Tuesday, November 30, 2010

It's Raining Snow

Before we arrived in York, my conception was that we'd get buckets of rain, but no snow. After all, as an undergrad about a decade ago, I studied in England for a year, and I never saw the white fluffy stuff to which growing up in Connecticut had accustomed me.

However, at the playground about a week ago, when I asked another Dad named Derek, "Heard anything about what the weather's supposed to be like this next week?" his reply kind of surprised me in that are you pulling one of my limbs? way.

Derek: Yeah, mate, it's supposed to snow.

Me: Oh, really? When?

Derek: This week.

Me: Oh, like tomorrow?

Derek: Yeah, mate, and then the day after that, and the day after that, and the day after that, and the day after that, and for the entire week, as in the whole week, mate.

Me: (Stunned Silence...coming to terms with Derek's remarks as definitely not those of the limb-pulling kind)

And, indeed, Derek was right. We've had five days of snow. Not straight snow, of course, but every day, sure enough, it's raining snow here in York.

On the first day that it snowed, Jen and I and Tyler all wrapped ourselves up in layers and trekked into our little backyard. We built a single, miniature snowman. It was kind of a sad excuse for a snowman--what with his head continually falling off and smashing into a thousand tiny flakes. But we kept pushing the powder together, willing it to hold, and eventually it did.

It was Tyler's first snowman, and he loved it.

The next day, we built another snowman, incorporating the new snow into the mix, as well as the old, slightly hardened snow from the day before. The result was a vastly improved snowman, whose head was secure, and whose torso had grown considerably from the day before.

After five days of snow, we have as many snowmen peopling our backyard. Sometimes, at night, when the flakes fall soft on top of them, I wonder if the snowmen are thinking what I'm thinking, namely: How long can this keep up?

Then again, they're probably doing the snowmen-dance--ecstatic that their existence will be guaranteed for a least a little while longer.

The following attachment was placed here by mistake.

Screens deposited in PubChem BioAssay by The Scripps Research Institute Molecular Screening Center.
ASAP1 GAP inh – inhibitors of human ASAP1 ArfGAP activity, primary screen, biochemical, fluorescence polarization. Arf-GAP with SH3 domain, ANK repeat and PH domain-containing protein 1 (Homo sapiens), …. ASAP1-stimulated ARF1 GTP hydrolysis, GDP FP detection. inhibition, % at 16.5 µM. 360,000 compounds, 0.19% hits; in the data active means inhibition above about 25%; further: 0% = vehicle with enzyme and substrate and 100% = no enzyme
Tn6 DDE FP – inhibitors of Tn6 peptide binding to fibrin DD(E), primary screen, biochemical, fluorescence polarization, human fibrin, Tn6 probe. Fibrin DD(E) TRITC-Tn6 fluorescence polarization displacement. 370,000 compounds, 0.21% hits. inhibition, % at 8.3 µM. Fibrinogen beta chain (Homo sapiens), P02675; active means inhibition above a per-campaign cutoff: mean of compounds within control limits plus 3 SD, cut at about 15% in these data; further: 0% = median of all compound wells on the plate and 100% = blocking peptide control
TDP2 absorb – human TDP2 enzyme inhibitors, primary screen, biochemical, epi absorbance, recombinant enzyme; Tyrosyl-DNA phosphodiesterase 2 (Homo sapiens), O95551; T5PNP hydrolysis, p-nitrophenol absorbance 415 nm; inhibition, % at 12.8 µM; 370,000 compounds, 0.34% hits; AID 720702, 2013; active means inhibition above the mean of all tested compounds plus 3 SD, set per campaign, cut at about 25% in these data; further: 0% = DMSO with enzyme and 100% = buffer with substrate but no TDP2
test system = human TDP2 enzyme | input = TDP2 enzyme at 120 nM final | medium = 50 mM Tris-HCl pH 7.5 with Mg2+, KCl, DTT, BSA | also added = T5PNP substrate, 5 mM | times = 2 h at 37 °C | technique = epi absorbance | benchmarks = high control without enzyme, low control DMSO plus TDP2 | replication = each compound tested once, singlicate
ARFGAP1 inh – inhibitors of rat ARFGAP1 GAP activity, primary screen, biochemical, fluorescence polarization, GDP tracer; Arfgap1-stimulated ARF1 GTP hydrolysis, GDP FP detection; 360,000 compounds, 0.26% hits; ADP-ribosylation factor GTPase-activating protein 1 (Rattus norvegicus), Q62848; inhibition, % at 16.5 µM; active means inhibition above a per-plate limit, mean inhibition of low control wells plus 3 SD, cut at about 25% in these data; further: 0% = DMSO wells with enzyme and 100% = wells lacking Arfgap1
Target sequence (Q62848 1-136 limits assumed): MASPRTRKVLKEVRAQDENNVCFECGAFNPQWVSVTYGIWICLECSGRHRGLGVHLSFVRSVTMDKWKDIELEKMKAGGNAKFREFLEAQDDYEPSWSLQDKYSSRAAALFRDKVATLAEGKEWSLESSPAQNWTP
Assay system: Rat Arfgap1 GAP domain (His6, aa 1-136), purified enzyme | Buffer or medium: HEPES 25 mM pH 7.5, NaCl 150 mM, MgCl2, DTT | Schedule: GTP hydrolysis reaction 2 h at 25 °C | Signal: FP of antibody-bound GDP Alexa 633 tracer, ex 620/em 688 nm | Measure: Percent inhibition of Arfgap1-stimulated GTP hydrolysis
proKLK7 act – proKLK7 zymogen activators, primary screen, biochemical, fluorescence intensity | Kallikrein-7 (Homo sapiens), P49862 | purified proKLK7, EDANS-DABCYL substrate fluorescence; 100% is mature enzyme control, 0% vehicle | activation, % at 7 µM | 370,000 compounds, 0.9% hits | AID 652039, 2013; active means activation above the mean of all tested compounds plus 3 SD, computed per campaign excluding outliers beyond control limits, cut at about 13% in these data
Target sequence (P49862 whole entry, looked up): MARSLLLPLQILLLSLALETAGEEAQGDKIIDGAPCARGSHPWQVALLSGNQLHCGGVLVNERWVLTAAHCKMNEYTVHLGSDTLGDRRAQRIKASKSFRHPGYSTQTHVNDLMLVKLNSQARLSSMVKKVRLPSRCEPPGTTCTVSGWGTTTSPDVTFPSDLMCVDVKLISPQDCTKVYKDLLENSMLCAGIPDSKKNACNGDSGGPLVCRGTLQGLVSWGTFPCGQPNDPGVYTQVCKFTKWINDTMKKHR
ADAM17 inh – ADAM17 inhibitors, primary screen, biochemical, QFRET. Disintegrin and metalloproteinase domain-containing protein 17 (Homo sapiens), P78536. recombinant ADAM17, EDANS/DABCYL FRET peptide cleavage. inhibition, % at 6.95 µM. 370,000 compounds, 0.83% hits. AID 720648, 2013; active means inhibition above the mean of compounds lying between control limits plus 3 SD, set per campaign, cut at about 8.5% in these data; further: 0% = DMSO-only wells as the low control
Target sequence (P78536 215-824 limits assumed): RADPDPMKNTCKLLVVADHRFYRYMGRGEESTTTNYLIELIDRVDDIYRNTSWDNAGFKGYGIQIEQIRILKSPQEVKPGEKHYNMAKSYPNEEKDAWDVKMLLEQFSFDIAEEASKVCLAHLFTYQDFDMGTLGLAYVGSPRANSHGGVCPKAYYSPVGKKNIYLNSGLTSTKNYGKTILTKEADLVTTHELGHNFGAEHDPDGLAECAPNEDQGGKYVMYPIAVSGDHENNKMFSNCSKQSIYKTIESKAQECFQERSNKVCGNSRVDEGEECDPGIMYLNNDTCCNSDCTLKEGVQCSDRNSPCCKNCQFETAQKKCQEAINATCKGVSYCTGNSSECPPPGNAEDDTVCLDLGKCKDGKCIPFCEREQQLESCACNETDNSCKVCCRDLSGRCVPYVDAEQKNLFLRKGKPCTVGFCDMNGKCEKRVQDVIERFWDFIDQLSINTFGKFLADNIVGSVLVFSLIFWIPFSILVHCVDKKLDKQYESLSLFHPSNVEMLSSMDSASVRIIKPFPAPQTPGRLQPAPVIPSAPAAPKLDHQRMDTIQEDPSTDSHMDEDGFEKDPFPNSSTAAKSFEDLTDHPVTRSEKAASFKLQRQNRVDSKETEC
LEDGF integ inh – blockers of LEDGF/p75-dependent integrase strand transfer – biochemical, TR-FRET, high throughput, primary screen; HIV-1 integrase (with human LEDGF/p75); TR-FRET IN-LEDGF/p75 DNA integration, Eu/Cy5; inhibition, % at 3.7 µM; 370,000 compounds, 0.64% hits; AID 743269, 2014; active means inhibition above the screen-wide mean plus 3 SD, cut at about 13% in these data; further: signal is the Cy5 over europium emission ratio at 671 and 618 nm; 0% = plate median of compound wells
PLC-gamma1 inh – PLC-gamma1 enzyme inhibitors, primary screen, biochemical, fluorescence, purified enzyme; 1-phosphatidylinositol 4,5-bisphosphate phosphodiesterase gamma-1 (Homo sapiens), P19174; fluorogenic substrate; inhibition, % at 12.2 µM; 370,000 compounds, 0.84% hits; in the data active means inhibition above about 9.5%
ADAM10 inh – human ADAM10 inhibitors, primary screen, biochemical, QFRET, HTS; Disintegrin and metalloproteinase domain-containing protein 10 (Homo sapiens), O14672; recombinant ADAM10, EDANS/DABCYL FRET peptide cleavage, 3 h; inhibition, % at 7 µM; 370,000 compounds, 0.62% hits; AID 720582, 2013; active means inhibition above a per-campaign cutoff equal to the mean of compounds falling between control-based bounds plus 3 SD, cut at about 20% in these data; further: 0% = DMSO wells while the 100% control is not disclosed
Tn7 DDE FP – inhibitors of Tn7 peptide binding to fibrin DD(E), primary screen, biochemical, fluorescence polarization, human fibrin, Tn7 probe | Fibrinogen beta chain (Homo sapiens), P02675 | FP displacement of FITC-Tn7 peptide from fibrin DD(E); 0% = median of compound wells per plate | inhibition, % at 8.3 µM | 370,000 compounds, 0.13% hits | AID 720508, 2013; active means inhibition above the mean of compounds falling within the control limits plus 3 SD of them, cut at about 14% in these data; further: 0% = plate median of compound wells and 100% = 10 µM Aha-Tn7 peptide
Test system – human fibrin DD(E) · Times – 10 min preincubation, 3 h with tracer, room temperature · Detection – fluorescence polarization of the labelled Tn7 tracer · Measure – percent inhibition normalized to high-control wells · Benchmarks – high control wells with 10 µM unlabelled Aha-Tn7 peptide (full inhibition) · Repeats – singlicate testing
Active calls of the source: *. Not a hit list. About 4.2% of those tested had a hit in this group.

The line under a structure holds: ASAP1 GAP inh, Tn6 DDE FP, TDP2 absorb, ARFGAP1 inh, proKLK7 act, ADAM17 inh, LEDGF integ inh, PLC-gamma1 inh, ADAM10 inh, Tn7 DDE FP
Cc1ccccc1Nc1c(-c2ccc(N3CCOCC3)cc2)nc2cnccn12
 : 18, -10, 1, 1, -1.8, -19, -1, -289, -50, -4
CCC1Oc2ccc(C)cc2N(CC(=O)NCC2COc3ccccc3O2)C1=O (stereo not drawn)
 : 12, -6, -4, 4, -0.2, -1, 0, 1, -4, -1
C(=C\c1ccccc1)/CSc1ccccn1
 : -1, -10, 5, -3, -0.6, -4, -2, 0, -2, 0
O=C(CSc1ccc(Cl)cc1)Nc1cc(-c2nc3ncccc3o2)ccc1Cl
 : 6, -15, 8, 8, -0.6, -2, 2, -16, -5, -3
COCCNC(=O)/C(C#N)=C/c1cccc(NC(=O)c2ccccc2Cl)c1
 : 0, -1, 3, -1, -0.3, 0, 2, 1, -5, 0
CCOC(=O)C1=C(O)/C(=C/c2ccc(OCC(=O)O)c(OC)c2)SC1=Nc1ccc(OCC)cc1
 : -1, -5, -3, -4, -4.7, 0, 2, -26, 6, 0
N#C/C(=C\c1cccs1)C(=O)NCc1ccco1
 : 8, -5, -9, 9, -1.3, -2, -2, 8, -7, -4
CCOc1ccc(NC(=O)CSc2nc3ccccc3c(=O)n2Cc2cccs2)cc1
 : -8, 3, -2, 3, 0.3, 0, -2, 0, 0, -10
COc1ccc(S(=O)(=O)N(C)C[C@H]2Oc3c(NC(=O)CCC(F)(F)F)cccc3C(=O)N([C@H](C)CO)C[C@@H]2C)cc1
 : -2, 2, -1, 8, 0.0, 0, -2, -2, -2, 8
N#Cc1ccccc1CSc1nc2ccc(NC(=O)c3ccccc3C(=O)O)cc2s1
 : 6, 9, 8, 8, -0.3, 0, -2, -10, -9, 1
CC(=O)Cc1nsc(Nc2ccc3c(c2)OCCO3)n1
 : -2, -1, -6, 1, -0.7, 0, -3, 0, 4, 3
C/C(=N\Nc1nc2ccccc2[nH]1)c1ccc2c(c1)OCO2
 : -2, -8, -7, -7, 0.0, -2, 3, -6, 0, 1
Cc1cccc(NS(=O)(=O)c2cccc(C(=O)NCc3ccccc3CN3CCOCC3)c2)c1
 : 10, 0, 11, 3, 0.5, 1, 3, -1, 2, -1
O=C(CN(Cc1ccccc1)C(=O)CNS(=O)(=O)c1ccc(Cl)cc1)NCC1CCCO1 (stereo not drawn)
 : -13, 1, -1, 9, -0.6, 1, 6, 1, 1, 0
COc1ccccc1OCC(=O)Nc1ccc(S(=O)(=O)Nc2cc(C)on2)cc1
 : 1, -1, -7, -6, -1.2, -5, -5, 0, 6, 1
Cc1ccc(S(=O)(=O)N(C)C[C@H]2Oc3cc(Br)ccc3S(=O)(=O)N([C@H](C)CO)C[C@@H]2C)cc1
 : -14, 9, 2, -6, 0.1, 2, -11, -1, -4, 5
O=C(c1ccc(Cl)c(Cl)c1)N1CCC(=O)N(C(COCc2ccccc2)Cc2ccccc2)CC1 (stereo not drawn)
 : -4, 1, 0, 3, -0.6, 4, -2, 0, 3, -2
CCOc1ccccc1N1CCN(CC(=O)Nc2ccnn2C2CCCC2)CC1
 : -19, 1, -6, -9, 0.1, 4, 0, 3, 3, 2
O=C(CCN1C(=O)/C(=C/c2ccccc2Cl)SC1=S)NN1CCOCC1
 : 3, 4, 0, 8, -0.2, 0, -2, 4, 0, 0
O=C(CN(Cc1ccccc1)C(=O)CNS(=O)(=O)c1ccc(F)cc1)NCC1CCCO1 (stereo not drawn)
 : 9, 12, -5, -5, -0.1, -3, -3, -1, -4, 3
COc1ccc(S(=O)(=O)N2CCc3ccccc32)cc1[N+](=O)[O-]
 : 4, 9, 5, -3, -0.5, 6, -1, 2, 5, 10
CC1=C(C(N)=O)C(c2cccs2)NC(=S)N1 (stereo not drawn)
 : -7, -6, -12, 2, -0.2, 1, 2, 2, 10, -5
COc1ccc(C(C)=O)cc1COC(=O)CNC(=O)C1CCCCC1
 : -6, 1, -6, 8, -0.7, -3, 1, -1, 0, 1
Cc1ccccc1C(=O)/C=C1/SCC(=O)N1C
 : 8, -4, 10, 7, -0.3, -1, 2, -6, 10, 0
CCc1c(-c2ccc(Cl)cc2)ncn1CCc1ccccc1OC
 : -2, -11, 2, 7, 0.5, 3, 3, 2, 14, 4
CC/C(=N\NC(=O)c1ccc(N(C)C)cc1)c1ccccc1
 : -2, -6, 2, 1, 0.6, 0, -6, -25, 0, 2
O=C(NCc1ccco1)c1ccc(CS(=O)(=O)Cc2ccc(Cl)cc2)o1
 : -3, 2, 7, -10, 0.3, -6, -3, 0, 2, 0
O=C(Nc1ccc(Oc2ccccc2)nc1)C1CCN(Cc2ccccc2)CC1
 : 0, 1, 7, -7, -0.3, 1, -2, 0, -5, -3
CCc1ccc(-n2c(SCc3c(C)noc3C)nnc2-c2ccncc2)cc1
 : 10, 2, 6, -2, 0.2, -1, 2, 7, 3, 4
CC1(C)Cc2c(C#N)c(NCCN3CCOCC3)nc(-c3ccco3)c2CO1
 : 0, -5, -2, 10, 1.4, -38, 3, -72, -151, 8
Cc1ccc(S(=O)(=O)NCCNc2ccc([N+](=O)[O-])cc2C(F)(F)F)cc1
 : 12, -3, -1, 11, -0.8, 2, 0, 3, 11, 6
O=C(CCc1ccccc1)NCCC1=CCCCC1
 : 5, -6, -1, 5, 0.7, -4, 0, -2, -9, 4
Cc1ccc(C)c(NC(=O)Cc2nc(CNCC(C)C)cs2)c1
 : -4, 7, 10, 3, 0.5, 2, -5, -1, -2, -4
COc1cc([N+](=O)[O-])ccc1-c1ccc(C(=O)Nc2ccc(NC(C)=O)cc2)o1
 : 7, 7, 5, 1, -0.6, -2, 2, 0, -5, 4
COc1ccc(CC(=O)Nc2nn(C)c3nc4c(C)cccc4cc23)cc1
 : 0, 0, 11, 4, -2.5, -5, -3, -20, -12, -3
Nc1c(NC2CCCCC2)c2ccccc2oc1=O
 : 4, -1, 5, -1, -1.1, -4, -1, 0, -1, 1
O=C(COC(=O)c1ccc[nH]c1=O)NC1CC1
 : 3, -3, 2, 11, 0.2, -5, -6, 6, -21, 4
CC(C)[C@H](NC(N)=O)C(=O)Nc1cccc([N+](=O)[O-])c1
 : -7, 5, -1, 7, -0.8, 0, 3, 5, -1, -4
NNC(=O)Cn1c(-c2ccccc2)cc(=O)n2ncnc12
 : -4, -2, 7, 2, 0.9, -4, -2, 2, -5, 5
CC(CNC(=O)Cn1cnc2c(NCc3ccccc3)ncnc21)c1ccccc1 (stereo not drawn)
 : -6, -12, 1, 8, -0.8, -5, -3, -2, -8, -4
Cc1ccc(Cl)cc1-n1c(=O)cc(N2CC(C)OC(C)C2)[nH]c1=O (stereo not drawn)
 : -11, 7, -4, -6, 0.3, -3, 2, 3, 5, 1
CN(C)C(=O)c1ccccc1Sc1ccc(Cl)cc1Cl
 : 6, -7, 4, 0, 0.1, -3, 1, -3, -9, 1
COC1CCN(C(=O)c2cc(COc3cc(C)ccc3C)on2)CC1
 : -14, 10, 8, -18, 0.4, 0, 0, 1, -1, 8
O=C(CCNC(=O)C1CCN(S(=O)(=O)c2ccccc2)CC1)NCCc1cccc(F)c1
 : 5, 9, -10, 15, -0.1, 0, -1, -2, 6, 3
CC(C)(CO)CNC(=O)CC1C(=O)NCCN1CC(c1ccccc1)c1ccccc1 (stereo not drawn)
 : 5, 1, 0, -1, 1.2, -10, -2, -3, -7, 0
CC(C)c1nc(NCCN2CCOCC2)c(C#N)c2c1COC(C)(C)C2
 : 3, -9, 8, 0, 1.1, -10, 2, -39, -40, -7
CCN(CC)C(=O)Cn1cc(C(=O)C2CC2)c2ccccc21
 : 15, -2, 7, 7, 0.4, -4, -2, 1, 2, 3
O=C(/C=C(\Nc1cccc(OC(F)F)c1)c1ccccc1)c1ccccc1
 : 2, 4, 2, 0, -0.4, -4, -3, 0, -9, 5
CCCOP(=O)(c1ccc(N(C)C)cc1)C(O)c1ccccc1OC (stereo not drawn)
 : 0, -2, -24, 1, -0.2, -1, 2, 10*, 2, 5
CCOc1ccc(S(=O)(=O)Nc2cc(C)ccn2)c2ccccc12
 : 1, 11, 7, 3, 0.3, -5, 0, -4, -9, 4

Tyler was a little shocked to see snow at its first falling. He lifted up his eyes towards the heavens, opened his mouth, and let the flakes tickle his tongue in that way that only children can. (Don't get me wrong: I tried to catch as many flakes as I could on my tongue, too, but I somehow doubt that I looked as cute--or as innocent--doing it as Tyler did. I was, after all, kind of thirsty, so my attempts may have been tinged with a certain desperateness.)

Watching Tyler race back and forth across our yard, saying things like, Daddy, more snow! Daddy, more snow! every time he found more snow (which was often), I had to whisper a prayer of thanks. To watch a two-year old gleefully enjoy something as simple as fluffy precipitation is a real gift.

As we get older, it seems most of us trade in the sheer enjoyment of snow for the dreaded duties of the stuff: shovel it, move it, snowblow it, chip away at it, plow it, drive through it. We seldom consider using it the way children do. For kids, snow is a seemingly endless supply of building material with which they can construct people, places, and things.

Or, if we're anything like New England's most famous poet, we sit on the horses of our lives and wonder whether we should just abandon ourselves in it, get lost in its "dark and deep" woods during the cold seasons of our journeys.

The dilemma of snow for adults versus the joy of snow for kids became punctuated for me, this afternoon, when--right before putting Tyler down for his nap--I made scrambled eggs for his lunch. After the eggs, he was hungry for more, so I poured some yogurt in his little pink bowl, gave him a spoon, and let him go to town.

Glops of yogurt fell everywhere: across his Elmo shirt, into the crevices of his neck, on his ears...one glop even made it halfway into one pocket of his pants.

My instinctual response was to rush right in and start cleaning it up, or better yet, to try blocking the precipitation. But I caught myself.

Instead, I said aloud, This will be a show! (I really said this out loud.)

And then, I watched the yogurt cascade.


I doubt much of the white stuff made it into his mouth. But then again, when you're a kid, that's not always the point.

When precipitation hits our lives--whether snow, or yogurt, or confusion, or love--we really have two choices: 1) complain, lament, reasonably consider how to respond; or 2) Let the stuff get all over us, dance in it, wear it proudly on our Elmo shirts and in our pockets, and catch it on the tips of our tongues.

When it's raining snow, it seems like there's always some part of us that thinks--however briefly--why not bust out our rain dances?

Go ahead.

Do it.

After all, who's really watching besides a few other (seemingly) normal human beings?